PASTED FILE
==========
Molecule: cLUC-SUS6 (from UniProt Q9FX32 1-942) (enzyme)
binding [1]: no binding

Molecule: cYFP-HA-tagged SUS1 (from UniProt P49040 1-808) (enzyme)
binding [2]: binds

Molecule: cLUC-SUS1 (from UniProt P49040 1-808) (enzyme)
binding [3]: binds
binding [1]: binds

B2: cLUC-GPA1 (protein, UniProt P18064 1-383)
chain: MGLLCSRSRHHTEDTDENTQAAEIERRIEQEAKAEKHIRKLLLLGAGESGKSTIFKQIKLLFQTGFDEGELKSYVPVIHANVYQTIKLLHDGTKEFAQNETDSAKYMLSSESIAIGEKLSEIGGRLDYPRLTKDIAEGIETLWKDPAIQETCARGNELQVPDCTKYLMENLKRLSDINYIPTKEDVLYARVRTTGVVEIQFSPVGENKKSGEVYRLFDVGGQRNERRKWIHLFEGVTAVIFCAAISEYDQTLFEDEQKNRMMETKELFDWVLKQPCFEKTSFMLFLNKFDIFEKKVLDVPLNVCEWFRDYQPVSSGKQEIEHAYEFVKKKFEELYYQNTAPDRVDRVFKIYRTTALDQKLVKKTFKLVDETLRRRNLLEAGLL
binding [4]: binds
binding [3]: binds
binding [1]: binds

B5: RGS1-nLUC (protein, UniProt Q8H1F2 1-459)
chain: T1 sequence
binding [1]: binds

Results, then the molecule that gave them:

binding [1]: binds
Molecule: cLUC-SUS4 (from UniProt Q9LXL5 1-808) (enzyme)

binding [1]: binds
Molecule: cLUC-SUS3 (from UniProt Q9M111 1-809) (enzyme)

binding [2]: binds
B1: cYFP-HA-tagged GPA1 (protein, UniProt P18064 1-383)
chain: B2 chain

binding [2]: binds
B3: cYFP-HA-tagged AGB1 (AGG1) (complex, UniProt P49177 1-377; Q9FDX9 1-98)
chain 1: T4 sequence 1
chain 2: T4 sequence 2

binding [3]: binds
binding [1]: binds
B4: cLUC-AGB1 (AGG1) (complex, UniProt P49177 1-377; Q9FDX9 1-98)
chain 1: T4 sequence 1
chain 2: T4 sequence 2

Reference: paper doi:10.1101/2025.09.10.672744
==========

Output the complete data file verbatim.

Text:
Molecule: cLUC-SUS6 (from UniProt Q9FX32 1-942) (enzyme)
binding [1]: no binding

Molecule: cYFP-HA-tagged SUS1 (from UniProt P49040 1-808) (enzyme)
binding [2]: binds

Molecule: cLUC-SUS1 (from UniProt P49040 1-808) (enzyme)
binding [3]: binds
binding [1]: binds

B2: cLUC-GPA1 (protein, UniProt P18064 1-383)
chain: MGLLCSRSRHHTEDTDENTQAAEIERRIEQEAKAEKHIRKLLLLGAGESGKSTIFKQIKLLFQTGFDEGELKSYVPVIHANVYQTIKLLHDGTKEFAQNETDSAKYMLSSESIAIGEKLSEIGGRLDYPRLTKDIAEGIETLWKDPAIQETCARGNELQVPDCTKYLMENLKRLSDINYIPTKEDVLYARVRTTGVVEIQFSPVGENKKSGEVYRLFDVGGQRNERRKWIHLFEGVTAVIFCAAISEYDQTLFEDEQKNRMMETKELFDWVLKQPCFEKTSFMLFLNKFDIFEKKVLDVPLNVCEWFRDYQPVSSGKQEIEHAYEFVKKKFEELYYQNTAPDRVDRVFKIYRTTALDQKLVKKTFKLVDETLRRRNLLEAGLL
binding [4]: binds
binding [3]: binds
binding [1]: binds

B5: RGS1-nLUC (protein, UniProt Q8H1F2 1-459)
chain: T1 sequence
binding [1]: binds

Results, then the molecule that gave them:

binding [1]: binds
Molecule: cLUC-SUS4 (from UniProt Q9LXL5 1-808) (enzyme)

binding [1]: binds
Molecule: cLUC-SUS3 (from UniProt Q9M111 1-809) (enzyme)

binding [2]: binds
B1: cYFP-HA-tagged GPA1 (protein, UniProt P18064 1-383)
chain: B2 chain

binding [2]: binds
B3: cYFP-HA-tagged AGB1 (AGG1) (complex, UniProt P49177 1-377; Q9FDX9 1-98)
chain 1: T4 sequence 1
chain 2: T4 sequence 2

binding [3]: binds
binding [1]: binds
B4: cLUC-AGB1 (AGG1) (complex, UniProt P49177 1-377; Q9FDX9 1-98)
chain 1: T4 sequence 1
chain 2: T4 sequence 2

Reference: paper doi:10.1101/2025.09.10.672744